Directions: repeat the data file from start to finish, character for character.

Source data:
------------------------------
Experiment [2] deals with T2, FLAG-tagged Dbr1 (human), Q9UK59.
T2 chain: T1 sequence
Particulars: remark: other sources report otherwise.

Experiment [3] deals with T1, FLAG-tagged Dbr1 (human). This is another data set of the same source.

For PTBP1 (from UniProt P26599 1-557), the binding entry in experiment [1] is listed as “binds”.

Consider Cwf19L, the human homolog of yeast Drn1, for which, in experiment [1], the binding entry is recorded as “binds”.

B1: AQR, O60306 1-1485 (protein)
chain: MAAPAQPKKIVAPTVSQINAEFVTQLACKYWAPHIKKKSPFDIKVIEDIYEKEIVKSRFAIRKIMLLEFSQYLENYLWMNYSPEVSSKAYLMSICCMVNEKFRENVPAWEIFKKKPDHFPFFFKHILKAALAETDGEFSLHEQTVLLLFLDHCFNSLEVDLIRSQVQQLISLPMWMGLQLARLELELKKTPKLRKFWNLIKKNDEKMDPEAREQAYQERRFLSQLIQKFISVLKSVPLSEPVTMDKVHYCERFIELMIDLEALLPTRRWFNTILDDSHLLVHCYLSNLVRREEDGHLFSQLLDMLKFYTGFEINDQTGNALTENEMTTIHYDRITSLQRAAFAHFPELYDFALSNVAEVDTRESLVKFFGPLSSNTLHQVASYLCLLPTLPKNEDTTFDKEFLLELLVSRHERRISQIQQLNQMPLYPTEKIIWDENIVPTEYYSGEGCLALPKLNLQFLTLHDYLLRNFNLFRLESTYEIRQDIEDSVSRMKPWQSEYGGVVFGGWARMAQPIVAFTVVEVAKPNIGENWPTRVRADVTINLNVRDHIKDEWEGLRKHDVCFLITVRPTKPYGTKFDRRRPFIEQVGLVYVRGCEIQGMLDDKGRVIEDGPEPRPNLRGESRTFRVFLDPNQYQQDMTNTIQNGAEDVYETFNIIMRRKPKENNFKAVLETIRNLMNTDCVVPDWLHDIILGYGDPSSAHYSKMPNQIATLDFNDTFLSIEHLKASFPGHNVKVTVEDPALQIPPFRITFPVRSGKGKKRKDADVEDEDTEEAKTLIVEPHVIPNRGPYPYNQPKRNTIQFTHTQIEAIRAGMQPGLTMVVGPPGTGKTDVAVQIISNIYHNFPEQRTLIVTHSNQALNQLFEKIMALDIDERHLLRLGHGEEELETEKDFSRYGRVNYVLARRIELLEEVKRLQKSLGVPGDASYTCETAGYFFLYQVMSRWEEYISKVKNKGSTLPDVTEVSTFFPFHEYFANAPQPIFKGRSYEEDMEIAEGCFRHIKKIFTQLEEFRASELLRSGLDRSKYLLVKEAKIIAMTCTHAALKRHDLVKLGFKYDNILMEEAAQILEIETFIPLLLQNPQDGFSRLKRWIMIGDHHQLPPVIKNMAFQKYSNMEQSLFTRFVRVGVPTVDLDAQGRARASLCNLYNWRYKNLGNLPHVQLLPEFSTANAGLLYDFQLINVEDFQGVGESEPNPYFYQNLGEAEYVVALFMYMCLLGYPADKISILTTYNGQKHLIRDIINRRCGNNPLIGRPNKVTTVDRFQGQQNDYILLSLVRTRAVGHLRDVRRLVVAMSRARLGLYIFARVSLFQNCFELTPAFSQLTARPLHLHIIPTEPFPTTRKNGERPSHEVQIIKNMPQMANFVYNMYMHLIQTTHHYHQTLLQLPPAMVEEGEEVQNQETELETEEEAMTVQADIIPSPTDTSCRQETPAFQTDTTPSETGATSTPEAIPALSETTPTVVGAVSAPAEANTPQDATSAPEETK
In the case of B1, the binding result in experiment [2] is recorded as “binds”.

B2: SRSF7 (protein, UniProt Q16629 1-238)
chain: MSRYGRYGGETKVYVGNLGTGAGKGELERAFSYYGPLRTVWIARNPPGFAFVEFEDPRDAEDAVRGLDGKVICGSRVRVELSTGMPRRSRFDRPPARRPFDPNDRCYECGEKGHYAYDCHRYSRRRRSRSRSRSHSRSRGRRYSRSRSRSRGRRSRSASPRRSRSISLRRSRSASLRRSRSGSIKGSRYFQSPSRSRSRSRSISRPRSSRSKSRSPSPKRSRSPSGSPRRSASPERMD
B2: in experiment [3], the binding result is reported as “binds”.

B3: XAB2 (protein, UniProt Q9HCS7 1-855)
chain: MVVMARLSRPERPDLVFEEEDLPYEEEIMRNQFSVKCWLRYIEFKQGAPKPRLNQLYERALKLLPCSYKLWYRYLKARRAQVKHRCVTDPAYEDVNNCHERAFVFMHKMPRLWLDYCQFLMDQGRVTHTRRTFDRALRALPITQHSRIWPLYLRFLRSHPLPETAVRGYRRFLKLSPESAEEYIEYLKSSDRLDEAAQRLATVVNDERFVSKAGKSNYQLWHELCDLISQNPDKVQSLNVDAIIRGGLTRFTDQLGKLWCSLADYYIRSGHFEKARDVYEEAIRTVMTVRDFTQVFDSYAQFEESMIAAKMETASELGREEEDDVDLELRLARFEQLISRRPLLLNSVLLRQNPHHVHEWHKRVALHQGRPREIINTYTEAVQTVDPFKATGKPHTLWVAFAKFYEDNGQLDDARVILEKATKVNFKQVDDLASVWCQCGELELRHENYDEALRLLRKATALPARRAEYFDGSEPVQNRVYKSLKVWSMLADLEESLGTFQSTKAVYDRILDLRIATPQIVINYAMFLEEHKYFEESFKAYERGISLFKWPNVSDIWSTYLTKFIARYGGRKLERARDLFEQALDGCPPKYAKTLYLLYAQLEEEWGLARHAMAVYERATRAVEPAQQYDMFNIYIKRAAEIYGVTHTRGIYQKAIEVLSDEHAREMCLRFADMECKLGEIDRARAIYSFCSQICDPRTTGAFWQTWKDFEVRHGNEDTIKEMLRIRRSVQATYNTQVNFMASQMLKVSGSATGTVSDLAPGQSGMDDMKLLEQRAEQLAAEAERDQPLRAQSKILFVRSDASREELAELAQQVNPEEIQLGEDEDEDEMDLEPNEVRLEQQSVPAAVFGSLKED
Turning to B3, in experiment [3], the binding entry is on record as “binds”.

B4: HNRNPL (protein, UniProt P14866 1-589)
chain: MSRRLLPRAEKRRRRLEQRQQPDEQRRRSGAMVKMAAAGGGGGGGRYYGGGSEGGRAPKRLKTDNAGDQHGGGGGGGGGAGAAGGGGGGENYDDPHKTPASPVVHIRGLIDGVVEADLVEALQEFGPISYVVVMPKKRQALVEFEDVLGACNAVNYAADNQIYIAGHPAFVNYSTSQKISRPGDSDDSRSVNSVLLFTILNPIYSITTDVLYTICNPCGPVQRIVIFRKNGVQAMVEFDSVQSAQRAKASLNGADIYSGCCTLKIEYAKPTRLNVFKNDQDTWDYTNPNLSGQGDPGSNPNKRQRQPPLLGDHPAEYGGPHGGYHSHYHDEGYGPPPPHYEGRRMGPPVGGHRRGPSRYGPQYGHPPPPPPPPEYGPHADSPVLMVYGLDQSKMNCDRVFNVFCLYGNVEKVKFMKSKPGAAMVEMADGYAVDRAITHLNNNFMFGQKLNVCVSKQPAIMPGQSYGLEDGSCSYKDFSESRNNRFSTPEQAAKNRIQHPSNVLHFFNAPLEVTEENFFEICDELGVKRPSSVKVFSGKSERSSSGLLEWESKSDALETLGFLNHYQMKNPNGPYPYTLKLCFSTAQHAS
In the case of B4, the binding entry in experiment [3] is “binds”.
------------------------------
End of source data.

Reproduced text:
Experiment [2] deals with T2, FLAG-tagged Dbr1 (human), Q9UK59.
T2 chain: T1 sequence
Particulars: remark: other sources report otherwise.

Experiment [3] deals with T1, FLAG-tagged Dbr1 (human). This is another data set of the same source.

For PTBP1 (from UniProt P26599 1-557), the binding entry in experiment [1] is listed as “binds”.

Consider Cwf19L, the human homolog of yeast Drn1, for which, in experiment [1], the binding entry is recorded as “binds”.

B1: AQR, O60306 1-1485 (protein)
chain: MAAPAQPKKIVAPTVSQINAEFVTQLACKYWAPHIKKKSPFDIKVIEDIYEKEIVKSRFAIRKIMLLEFSQYLENYLWMNYSPEVSSKAYLMSICCMVNEKFRENVPAWEIFKKKPDHFPFFFKHILKAALAETDGEFSLHEQTVLLLFLDHCFNSLEVDLIRSQVQQLISLPMWMGLQLARLELELKKTPKLRKFWNLIKKNDEKMDPEAREQAYQERRFLSQLIQKFISVLKSVPLSEPVTMDKVHYCERFIELMIDLEALLPTRRWFNTILDDSHLLVHCYLSNLVRREEDGHLFSQLLDMLKFYTGFEINDQTGNALTENEMTTIHYDRITSLQRAAFAHFPELYDFALSNVAEVDTRESLVKFFGPLSSNTLHQVASYLCLLPTLPKNEDTTFDKEFLLELLVSRHERRISQIQQLNQMPLYPTEKIIWDENIVPTEYYSGEGCLALPKLNLQFLTLHDYLLRNFNLFRLESTYEIRQDIEDSVSRMKPWQSEYGGVVFGGWARMAQPIVAFTVVEVAKPNIGENWPTRVRADVTINLNVRDHIKDEWEGLRKHDVCFLITVRPTKPYGTKFDRRRPFIEQVGLVYVRGCEIQGMLDDKGRVIEDGPEPRPNLRGESRTFRVFLDPNQYQQDMTNTIQNGAEDVYETFNIIMRRKPKENNFKAVLETIRNLMNTDCVVPDWLHDIILGYGDPSSAHYSKMPNQIATLDFNDTFLSIEHLKASFPGHNVKVTVEDPALQIPPFRITFPVRSGKGKKRKDADVEDEDTEEAKTLIVEPHVIPNRGPYPYNQPKRNTIQFTHTQIEAIRAGMQPGLTMVVGPPGTGKTDVAVQIISNIYHNFPEQRTLIVTHSNQALNQLFEKIMALDIDERHLLRLGHGEEELETEKDFSRYGRVNYVLARRIELLEEVKRLQKSLGVPGDASYTCETAGYFFLYQVMSRWEEYISKVKNKGSTLPDVTEVSTFFPFHEYFANAPQPIFKGRSYEEDMEIAEGCFRHIKKIFTQLEEFRASELLRSGLDRSKYLLVKEAKIIAMTCTHAALKRHDLVKLGFKYDNILMEEAAQILEIETFIPLLLQNPQDGFSRLKRWIMIGDHHQLPPVIKNMAFQKYSNMEQSLFTRFVRVGVPTVDLDAQGRARASLCNLYNWRYKNLGNLPHVQLLPEFSTANAGLLYDFQLINVEDFQGVGESEPNPYFYQNLGEAEYVVALFMYMCLLGYPADKISILTTYNGQKHLIRDIINRRCGNNPLIGRPNKVTTVDRFQGQQNDYILLSLVRTRAVGHLRDVRRLVVAMSRARLGLYIFARVSLFQNCFELTPAFSQLTARPLHLHIIPTEPFPTTRKNGERPSHEVQIIKNMPQMANFVYNMYMHLIQTTHHYHQTLLQLPPAMVEEGEEVQNQETELETEEEAMTVQADIIPSPTDTSCRQETPAFQTDTTPSETGATSTPEAIPALSETTPTVVGAVSAPAEANTPQDATSAPEETK
In the case of B1, the binding result in experiment [2] is recorded as “binds”.

B2: SRSF7 (protein, UniProt Q16629 1-238)
chain: MSRYGRYGGETKVYVGNLGTGAGKGELERAFSYYGPLRTVWIARNPPGFAFVEFEDPRDAEDAVRGLDGKVICGSRVRVELSTGMPRRSRFDRPPARRPFDPNDRCYECGEKGHYAYDCHRYSRRRRSRSRSRSHSRSRGRRYSRSRSRSRGRRSRSASPRRSRSISLRRSRSASLRRSRSGSIKGSRYFQSPSRSRSRSRSISRPRSSRSKSRSPSPKRSRSPSGSPRRSASPERMD
B2: in experiment [3], the binding result is reported as “binds”.

B3: XAB2 (protein, UniProt Q9HCS7 1-855)
chain: MVVMARLSRPERPDLVFEEEDLPYEEEIMRNQFSVKCWLRYIEFKQGAPKPRLNQLYERALKLLPCSYKLWYRYLKARRAQVKHRCVTDPAYEDVNNCHERAFVFMHKMPRLWLDYCQFLMDQGRVTHTRRTFDRALRALPITQHSRIWPLYLRFLRSHPLPETAVRGYRRFLKLSPESAEEYIEYLKSSDRLDEAAQRLATVVNDERFVSKAGKSNYQLWHELCDLISQNPDKVQSLNVDAIIRGGLTRFTDQLGKLWCSLADYYIRSGHFEKARDVYEEAIRTVMTVRDFTQVFDSYAQFEESMIAAKMETASELGREEEDDVDLELRLARFEQLISRRPLLLNSVLLRQNPHHVHEWHKRVALHQGRPREIINTYTEAVQTVDPFKATGKPHTLWVAFAKFYEDNGQLDDARVILEKATKVNFKQVDDLASVWCQCGELELRHENYDEALRLLRKATALPARRAEYFDGSEPVQNRVYKSLKVWSMLADLEESLGTFQSTKAVYDRILDLRIATPQIVINYAMFLEEHKYFEESFKAYERGISLFKWPNVSDIWSTYLTKFIARYGGRKLERARDLFEQALDGCPPKYAKTLYLLYAQLEEEWGLARHAMAVYERATRAVEPAQQYDMFNIYIKRAAEIYGVTHTRGIYQKAIEVLSDEHAREMCLRFADMECKLGEIDRARAIYSFCSQICDPRTTGAFWQTWKDFEVRHGNEDTIKEMLRIRRSVQATYNTQVNFMASQMLKVSGSATGTVSDLAPGQSGMDDMKLLEQRAEQLAAEAERDQPLRAQSKILFVRSDASREELAELAQQVNPEEIQLGEDEDEDEMDLEPNEVRLEQQSVPAAVFGSLKED
Turning to B3, in experiment [3], the binding entry is on record as “binds”.

B4: HNRNPL (protein, UniProt P14866 1-589)
chain: MSRRLLPRAEKRRRRLEQRQQPDEQRRRSGAMVKMAAAGGGGGGGRYYGGGSEGGRAPKRLKTDNAGDQHGGGGGGGGGAGAAGGGGGGENYDDPHKTPASPVVHIRGLIDGVVEADLVEALQEFGPISYVVVMPKKRQALVEFEDVLGACNAVNYAADNQIYIAGHPAFVNYSTSQKISRPGDSDDSRSVNSVLLFTILNPIYSITTDVLYTICNPCGPVQRIVIFRKNGVQAMVEFDSVQSAQRAKASLNGADIYSGCCTLKIEYAKPTRLNVFKNDQDTWDYTNPNLSGQGDPGSNPNKRQRQPPLLGDHPAEYGGPHGGYHSHYHDEGYGPPPPHYEGRRMGPPVGGHRRGPSRYGPQYGHPPPPPPPPEYGPHADSPVLMVYGLDQSKMNCDRVFNVFCLYGNVEKVKFMKSKPGAAMVEMADGYAVDRAITHLNNNFMFGQKLNVCVSKQPAIMPGQSYGLEDGSCSYKDFSESRNNRFSTPEQAAKNRIQHPSNVLHFFNAPLEVTEENFFEICDELGVKRPSSVKVFSGKSERSSSGLLEWESKSDALETLGFLNHYQMKNPNGPYPYTLKLCFSTAQHAS
In the case of B4, the binding entry in experiment [3] is “binds”.